Before reviewing The Sibley Guide to Birds, I would like to note that David Allen Sibley has done an outstanding job of research, illustration, and description in this unique resource. He should be commended and honored for his contribution! Think of this guide as an encyclopedia for experienced bird watchers that you would feel comfortable having with you in your car for checking birds you do not already know well. As such, it will be of most value for those who are doing extensive bird watching in distant geographic areas which are new to them, north of Mexico in North America. The book is too large, bulky, and heavy to be easily carried by most people during actual bird watching activities. If you are making extensive sketches or taking photographs with appropriate lenses, you can probably wait to do your identifications until you get home. If you already have a good guide for identifying rare birds in your library, you can probably skip this book. If you don't have such a guide, this book is for you! As a true, carry-along-with-you field guide, I would rate the book a three star effort for beginning bird watchers because it is well beyond their needs or easy ability to use. A beginner would still be trying to find the right section long after the bird was gone, as Mr. Sibley points out in his excellent inroductory remarks on how to identify birds. The book has many commendable features. The Guide's best feature are the more than 6600 illustrations of 810 species and 350 regional populations. The illustrations also cover each bird during its development to full adult markings and characteristics. Each one is carefully done to capture the bird both sitting and flying from the same perspectives, to make comparisons easier to do. The beginning of the book has a superb, brief description of how to identify the feathered and bare sections of the various major feather groups. Clearly, anyone could enjoy this book simply to view at home in front of the fire on a cold winter's night. The illustrations evoked in me many of the same feelings of wonder that I feel when looking at Audubon's illustrations. The habitat and migration maps are detailed and well done. The voice descriptions are excellent. Many of the species also have good general descriptions. If you are not sure about a person's familiarity with identifying birds, you may not want to give this book as a gift. You may unintentionally provide a volume that will not be very helpful. If someone tells you they want this volume, they will be delighted to receive it as a gift because they will have a practical use for it and will appreciate its beauty. After you have had a chance to look at these gorgeous illustrations, I suggest that you think about the other potential appeals of bird watching. Bird behavior to me is far more interesting than bird identification. I also enjoy watching nesting behavior more than feeding behavior. How can you capture more kinds of fun and learning from your bird watching? What lessons does that hold for observing people, as well? Capture all of your importance experiences in a way that's meaningful to you! Donald Mitchell, co-author of The Irresistible Growth Enterprise and The 2,000 Percent Solution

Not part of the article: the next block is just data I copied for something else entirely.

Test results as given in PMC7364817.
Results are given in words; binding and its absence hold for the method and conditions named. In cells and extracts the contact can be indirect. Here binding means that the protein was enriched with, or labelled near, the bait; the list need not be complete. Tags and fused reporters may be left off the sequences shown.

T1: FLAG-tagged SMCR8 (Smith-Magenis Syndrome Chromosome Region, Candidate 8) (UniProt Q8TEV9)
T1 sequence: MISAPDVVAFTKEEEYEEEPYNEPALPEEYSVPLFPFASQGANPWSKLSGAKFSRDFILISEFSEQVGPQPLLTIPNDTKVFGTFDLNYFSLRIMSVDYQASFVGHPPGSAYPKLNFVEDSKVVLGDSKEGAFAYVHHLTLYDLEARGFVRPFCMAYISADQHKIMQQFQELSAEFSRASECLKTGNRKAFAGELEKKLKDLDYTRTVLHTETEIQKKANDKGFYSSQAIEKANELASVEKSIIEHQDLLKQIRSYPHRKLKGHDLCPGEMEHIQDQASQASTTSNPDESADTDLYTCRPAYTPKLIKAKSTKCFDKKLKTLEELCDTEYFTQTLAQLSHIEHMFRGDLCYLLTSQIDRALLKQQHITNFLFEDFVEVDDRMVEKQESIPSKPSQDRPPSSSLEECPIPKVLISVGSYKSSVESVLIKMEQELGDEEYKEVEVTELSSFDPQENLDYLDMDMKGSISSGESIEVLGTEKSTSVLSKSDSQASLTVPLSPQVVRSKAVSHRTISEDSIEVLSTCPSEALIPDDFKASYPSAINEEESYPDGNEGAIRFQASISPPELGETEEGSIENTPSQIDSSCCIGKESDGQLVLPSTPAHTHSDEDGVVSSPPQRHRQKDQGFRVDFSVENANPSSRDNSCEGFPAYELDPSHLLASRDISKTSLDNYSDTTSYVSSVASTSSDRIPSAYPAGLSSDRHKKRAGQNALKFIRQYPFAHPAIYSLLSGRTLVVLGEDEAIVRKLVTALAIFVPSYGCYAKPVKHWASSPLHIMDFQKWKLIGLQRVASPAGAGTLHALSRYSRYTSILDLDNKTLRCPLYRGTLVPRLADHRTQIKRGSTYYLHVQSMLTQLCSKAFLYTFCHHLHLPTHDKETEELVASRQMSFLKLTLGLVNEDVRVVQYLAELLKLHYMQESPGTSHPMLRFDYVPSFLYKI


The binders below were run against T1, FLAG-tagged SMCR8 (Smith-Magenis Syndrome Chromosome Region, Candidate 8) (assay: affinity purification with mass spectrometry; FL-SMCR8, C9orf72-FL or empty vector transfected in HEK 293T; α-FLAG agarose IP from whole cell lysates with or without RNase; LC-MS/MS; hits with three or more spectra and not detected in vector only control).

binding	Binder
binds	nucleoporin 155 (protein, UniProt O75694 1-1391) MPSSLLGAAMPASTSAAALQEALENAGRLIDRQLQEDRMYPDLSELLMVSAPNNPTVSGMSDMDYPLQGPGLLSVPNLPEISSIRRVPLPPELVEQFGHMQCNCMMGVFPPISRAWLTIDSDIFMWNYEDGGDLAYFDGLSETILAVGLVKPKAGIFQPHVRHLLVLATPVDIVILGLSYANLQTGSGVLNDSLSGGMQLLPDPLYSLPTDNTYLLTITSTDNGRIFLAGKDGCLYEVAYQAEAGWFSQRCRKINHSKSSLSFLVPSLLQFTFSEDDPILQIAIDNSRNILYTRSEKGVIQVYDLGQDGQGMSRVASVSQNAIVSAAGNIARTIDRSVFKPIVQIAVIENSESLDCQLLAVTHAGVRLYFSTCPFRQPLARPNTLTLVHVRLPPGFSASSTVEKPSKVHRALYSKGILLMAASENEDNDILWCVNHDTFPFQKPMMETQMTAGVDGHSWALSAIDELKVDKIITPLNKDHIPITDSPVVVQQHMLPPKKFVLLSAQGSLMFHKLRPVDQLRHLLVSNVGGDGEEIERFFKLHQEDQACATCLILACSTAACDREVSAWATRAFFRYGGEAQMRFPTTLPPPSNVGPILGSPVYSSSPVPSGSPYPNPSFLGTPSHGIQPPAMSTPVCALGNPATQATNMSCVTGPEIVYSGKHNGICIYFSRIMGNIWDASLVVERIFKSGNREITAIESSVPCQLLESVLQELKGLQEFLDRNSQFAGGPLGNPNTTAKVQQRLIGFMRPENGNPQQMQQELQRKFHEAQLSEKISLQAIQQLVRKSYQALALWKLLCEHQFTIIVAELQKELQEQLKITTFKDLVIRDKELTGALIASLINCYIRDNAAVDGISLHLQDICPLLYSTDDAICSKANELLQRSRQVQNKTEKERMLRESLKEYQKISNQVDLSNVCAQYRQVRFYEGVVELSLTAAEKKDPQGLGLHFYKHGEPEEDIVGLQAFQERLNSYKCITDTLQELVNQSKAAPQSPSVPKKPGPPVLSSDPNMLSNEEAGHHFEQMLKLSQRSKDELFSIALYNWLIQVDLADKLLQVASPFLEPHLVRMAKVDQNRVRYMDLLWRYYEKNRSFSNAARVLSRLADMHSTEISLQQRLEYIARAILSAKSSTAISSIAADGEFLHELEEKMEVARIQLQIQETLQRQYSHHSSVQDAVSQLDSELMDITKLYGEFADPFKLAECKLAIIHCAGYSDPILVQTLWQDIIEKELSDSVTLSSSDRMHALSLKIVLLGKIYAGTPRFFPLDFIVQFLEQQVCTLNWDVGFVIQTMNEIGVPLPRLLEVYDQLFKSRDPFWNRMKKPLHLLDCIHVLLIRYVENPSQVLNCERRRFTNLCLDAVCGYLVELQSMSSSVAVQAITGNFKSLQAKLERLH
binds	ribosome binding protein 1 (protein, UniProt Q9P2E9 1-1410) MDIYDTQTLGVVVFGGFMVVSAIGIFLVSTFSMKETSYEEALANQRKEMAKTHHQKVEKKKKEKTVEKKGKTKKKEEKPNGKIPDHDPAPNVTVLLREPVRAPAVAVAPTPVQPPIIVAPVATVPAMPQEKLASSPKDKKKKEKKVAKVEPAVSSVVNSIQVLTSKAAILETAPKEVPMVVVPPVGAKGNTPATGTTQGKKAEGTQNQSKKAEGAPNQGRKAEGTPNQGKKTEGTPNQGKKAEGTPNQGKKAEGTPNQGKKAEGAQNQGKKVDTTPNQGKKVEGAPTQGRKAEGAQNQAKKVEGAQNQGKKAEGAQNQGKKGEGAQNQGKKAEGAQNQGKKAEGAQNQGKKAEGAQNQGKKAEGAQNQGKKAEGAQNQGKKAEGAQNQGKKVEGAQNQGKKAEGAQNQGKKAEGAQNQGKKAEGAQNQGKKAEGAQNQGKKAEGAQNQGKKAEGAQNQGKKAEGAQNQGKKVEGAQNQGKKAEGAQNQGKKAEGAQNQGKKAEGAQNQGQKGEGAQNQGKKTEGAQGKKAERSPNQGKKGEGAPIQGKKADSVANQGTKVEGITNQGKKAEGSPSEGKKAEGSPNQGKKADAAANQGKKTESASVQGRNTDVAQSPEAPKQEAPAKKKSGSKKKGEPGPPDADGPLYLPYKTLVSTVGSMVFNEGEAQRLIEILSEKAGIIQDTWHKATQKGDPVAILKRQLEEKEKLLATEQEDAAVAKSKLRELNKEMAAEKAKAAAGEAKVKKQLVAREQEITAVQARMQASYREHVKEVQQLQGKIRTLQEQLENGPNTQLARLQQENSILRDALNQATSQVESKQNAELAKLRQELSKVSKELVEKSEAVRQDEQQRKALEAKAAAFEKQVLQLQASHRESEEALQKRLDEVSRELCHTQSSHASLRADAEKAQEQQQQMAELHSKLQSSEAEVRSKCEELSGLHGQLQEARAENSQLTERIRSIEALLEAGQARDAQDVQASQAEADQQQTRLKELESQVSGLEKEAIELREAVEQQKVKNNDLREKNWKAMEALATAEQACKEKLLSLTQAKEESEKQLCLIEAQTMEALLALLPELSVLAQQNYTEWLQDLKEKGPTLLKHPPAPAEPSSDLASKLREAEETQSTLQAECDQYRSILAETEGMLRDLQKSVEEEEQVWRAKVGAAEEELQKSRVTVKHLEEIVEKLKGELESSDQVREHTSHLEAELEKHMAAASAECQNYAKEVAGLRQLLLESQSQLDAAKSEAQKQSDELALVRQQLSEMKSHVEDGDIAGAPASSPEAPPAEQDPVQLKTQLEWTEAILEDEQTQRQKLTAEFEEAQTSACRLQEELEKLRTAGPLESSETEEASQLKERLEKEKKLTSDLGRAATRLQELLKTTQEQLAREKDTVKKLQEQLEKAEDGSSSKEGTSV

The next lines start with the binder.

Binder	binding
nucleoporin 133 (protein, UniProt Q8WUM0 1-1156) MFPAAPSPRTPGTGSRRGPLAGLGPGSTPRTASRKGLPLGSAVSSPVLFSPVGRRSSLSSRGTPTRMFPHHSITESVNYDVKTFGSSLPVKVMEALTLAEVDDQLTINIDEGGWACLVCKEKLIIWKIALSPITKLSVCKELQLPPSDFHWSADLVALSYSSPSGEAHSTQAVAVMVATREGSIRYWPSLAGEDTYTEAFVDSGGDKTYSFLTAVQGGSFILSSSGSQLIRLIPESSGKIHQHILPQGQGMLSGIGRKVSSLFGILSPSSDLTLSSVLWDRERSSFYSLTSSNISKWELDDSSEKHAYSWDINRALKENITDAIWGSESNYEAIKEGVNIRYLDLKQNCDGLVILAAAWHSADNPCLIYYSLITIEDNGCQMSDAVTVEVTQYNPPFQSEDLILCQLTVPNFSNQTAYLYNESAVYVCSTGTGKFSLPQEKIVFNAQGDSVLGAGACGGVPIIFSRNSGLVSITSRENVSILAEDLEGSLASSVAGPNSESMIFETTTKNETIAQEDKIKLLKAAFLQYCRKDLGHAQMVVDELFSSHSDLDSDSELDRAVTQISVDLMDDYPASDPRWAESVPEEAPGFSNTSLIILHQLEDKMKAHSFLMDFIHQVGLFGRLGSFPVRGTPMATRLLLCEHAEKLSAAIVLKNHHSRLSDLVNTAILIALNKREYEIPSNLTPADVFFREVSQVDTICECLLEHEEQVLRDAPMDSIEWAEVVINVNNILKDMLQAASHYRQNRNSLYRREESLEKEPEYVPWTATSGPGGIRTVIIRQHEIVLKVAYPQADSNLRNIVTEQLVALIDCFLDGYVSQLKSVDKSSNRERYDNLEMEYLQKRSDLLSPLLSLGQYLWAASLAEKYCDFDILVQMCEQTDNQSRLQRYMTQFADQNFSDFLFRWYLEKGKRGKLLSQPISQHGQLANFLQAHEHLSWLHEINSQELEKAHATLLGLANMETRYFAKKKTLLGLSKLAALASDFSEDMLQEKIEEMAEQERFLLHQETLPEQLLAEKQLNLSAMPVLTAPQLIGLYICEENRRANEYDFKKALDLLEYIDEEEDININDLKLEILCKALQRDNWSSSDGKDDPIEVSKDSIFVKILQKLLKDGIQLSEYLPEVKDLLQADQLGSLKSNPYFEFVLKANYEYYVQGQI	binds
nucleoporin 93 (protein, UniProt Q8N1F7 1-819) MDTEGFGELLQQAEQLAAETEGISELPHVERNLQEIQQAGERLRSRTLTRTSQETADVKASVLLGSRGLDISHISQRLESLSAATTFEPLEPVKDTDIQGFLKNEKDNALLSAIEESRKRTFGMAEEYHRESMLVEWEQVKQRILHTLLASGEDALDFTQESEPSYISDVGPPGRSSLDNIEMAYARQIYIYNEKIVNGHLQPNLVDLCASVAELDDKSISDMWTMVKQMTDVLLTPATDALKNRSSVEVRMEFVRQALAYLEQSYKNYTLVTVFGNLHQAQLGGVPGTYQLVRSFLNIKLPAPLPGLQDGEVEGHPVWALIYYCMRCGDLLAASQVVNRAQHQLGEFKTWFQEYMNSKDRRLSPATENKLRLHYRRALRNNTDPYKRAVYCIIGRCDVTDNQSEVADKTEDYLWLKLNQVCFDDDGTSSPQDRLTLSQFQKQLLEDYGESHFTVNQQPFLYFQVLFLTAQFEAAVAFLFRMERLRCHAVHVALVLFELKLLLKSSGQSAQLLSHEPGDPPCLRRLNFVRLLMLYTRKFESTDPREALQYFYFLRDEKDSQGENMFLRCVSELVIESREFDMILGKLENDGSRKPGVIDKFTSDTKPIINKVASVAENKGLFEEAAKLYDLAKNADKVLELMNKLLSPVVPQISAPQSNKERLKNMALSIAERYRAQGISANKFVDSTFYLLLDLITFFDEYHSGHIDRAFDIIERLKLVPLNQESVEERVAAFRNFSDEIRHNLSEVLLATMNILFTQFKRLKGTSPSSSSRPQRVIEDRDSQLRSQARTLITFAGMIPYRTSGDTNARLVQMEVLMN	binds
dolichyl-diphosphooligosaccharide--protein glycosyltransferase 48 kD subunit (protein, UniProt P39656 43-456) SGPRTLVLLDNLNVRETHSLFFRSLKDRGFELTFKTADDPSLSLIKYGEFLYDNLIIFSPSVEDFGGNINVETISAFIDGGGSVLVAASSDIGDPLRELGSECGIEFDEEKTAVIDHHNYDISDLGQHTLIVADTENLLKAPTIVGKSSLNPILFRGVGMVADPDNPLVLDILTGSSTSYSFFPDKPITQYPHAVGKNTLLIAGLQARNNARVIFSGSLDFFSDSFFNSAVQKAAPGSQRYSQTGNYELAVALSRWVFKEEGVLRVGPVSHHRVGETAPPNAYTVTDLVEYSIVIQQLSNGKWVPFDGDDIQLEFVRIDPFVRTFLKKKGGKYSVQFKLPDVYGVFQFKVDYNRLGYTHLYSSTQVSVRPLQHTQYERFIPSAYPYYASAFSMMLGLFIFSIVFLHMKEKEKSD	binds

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Guest More than 1 year ago